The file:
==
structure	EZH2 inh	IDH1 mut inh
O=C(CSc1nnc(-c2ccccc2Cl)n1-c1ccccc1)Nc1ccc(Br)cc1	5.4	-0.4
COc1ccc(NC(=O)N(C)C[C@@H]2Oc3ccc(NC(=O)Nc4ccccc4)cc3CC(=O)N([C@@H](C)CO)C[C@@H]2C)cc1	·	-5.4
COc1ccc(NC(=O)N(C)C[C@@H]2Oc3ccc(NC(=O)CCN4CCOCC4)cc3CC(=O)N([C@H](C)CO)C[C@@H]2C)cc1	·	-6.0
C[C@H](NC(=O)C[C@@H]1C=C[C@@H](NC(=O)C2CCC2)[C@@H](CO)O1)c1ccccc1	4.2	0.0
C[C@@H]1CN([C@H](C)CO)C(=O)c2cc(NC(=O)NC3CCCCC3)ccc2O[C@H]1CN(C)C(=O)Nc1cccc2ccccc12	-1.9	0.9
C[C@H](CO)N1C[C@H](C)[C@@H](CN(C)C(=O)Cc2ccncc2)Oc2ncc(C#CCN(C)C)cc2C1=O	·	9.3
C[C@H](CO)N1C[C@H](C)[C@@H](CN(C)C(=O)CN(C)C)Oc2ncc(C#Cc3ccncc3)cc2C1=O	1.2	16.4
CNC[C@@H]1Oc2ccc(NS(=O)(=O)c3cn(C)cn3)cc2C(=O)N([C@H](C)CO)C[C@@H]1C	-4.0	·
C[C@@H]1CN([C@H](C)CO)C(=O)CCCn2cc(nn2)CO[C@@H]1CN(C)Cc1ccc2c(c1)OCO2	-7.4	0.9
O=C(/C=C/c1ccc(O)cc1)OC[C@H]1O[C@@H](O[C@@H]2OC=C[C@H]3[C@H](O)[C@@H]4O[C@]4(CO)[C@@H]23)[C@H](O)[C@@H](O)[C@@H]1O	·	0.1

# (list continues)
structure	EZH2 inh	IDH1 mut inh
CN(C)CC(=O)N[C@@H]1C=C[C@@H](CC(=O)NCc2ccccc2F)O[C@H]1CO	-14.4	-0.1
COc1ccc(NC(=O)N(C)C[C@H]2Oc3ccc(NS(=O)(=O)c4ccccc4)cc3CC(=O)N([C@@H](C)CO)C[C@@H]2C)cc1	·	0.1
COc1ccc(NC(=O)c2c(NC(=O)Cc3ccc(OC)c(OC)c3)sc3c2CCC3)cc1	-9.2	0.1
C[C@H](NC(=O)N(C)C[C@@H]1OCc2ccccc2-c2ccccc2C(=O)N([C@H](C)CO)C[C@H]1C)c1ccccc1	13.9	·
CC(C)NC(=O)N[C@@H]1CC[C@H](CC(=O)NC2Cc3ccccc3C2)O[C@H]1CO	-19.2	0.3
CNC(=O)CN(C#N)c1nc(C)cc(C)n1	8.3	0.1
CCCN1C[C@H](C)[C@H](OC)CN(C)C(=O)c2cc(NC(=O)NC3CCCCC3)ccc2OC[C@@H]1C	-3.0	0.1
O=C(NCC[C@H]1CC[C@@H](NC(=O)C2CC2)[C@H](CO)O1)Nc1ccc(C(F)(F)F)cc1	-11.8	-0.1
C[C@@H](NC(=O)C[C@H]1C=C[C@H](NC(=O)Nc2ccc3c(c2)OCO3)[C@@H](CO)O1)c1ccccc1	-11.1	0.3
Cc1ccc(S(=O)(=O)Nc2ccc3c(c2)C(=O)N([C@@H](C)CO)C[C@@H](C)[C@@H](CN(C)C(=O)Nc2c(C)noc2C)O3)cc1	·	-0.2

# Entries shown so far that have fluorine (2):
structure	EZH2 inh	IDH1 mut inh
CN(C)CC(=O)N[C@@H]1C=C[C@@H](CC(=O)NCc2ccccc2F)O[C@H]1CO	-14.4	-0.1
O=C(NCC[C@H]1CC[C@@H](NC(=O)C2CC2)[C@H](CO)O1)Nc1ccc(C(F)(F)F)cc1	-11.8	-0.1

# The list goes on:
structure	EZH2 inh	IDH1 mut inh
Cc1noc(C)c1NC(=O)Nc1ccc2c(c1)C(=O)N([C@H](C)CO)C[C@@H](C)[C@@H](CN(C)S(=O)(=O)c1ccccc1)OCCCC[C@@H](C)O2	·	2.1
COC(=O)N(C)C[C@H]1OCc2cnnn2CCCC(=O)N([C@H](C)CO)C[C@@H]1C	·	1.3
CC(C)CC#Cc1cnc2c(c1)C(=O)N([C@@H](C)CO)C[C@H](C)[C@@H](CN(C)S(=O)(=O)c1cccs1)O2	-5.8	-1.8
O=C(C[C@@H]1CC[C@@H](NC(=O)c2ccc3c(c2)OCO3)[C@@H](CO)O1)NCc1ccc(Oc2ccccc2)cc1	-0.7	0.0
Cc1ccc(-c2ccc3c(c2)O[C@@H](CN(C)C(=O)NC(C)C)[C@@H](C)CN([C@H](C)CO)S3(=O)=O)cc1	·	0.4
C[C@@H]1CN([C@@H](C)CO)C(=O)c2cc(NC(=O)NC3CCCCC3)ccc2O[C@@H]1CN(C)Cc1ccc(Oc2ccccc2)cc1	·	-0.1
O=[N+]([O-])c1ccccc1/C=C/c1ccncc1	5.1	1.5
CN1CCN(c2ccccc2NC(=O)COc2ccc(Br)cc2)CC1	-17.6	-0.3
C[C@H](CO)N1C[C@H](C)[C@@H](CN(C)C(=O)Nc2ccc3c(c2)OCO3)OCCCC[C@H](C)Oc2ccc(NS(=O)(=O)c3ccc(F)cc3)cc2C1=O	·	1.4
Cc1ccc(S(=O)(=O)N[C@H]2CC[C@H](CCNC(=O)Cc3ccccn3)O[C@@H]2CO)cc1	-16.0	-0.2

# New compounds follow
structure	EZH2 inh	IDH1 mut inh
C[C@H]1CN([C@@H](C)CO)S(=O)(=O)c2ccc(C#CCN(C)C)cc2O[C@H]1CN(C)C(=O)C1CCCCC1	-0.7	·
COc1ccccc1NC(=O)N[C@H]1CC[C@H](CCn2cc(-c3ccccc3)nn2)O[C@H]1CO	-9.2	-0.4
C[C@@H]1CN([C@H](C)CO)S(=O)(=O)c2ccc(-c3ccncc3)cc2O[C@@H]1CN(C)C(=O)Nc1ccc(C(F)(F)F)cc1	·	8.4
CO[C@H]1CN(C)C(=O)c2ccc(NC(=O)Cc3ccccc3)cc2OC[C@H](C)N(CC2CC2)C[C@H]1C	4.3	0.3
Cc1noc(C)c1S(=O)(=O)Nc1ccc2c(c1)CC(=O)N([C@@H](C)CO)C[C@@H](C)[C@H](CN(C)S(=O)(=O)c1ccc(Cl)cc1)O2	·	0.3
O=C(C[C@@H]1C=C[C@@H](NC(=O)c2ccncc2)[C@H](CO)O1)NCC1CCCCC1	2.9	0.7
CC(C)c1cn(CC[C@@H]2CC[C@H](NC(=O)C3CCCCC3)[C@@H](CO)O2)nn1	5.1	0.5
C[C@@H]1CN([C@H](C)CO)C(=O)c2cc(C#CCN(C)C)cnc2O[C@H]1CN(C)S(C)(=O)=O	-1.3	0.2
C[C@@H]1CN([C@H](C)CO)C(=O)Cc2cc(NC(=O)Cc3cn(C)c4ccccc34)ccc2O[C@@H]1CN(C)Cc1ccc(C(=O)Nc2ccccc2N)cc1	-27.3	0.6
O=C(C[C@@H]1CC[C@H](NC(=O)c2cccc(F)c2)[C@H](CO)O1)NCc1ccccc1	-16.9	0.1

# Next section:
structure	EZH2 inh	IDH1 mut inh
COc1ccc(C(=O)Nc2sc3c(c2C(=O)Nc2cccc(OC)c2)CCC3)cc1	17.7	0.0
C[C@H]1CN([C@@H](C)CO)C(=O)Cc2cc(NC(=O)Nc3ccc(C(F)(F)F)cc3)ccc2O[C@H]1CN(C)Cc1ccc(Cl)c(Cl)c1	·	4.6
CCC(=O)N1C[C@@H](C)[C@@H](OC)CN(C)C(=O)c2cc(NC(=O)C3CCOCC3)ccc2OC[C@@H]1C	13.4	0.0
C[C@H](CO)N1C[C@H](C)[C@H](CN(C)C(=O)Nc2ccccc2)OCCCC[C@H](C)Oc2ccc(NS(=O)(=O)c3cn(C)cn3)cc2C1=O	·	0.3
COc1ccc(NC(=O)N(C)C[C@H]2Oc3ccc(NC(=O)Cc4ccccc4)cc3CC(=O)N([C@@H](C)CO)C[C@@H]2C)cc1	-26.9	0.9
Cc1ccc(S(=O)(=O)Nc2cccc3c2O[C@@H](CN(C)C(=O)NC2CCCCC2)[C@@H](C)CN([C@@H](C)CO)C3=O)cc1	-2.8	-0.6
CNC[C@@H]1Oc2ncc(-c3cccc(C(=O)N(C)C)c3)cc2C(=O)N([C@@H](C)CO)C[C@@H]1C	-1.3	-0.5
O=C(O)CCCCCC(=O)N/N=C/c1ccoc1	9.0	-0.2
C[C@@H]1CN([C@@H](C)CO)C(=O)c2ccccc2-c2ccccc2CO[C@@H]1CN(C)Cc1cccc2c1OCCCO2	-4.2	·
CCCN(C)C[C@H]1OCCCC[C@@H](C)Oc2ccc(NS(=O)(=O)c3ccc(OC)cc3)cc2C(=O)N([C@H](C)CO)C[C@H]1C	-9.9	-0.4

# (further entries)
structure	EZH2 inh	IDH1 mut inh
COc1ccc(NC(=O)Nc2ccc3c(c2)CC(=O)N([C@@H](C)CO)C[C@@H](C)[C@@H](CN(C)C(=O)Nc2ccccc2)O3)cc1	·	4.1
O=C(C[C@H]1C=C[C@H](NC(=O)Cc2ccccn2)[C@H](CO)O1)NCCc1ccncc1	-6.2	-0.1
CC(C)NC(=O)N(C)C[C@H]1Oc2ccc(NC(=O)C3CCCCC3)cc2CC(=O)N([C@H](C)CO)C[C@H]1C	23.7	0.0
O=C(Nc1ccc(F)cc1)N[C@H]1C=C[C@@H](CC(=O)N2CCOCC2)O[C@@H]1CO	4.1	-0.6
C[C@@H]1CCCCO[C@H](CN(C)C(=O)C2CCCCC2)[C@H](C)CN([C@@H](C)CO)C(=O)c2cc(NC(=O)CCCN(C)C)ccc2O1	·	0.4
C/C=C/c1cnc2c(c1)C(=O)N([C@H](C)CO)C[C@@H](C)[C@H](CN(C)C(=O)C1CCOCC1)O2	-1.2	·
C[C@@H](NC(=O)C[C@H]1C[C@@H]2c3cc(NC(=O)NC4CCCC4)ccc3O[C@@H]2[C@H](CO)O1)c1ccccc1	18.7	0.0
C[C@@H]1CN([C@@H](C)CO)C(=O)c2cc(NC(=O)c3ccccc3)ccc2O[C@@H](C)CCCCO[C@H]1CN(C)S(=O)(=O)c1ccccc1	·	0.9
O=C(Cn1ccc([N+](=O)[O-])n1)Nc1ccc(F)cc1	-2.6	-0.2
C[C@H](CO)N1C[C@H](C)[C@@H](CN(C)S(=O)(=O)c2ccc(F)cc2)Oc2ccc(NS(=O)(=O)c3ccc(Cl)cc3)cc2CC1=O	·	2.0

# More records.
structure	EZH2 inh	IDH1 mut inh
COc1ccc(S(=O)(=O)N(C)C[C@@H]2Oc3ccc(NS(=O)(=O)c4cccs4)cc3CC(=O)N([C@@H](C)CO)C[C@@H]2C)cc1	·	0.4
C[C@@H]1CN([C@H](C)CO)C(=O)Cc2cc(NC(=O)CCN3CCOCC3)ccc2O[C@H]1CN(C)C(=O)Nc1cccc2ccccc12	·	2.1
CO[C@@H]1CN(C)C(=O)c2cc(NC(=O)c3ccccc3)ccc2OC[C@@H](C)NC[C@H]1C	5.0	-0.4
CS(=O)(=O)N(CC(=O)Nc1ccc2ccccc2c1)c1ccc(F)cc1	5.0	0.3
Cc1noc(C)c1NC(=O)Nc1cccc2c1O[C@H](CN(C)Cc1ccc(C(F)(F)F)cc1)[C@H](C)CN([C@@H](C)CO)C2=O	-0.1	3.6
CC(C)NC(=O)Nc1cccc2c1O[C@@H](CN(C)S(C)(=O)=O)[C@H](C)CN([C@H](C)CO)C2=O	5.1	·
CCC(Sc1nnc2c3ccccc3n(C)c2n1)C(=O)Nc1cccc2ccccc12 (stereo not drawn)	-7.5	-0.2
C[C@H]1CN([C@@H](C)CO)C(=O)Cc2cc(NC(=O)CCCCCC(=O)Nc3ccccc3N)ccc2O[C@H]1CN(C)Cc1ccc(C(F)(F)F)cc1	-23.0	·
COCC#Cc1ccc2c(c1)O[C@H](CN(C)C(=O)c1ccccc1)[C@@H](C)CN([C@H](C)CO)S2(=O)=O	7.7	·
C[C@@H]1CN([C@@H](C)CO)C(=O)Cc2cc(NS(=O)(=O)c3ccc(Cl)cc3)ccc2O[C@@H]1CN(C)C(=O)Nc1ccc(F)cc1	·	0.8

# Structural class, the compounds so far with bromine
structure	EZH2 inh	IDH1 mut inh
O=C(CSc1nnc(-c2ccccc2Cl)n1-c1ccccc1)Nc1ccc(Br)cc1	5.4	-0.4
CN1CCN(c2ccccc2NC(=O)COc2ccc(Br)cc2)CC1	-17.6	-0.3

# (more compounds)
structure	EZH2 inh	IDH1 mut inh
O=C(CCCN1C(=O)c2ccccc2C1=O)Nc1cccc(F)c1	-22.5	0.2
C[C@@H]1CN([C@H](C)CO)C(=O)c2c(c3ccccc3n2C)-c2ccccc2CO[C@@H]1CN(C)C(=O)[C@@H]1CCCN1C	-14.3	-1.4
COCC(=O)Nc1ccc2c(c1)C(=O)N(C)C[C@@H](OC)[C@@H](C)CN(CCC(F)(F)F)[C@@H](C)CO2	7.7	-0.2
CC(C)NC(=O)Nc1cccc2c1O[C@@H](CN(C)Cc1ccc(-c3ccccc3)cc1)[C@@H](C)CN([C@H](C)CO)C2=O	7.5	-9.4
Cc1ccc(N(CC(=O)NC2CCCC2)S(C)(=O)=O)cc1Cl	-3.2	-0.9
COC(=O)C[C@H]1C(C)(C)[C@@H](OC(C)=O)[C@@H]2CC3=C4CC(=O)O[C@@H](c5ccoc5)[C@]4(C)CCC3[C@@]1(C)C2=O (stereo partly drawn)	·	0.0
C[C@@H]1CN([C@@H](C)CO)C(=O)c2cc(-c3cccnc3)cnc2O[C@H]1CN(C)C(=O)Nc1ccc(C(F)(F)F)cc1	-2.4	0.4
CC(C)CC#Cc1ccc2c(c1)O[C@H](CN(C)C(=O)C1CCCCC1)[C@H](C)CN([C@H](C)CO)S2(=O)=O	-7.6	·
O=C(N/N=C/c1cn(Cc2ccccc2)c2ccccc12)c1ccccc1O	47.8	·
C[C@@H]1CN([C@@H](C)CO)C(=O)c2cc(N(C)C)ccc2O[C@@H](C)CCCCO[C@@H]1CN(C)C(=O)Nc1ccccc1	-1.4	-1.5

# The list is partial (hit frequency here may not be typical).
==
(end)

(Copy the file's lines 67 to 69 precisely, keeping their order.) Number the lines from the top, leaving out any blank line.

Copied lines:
O=C(C[C@H]1C=C[C@H](NC(=O)Cc2ccccn2)[C@H](CO)O1)NCCc1ccncc1	-6.2	-0.1
CC(C)NC(=O)N(C)C[C@H]1Oc2ccc(NC(=O)C3CCCCC3)cc2CC(=O)N([C@H](C)CO)C[C@H]1C	23.7	0.0
O=C(Nc1ccc(F)cc1)N[C@H]1C=C[C@@H](CC(=O)N2CCOCC2)O[C@@H]1CO	4.1	-0.6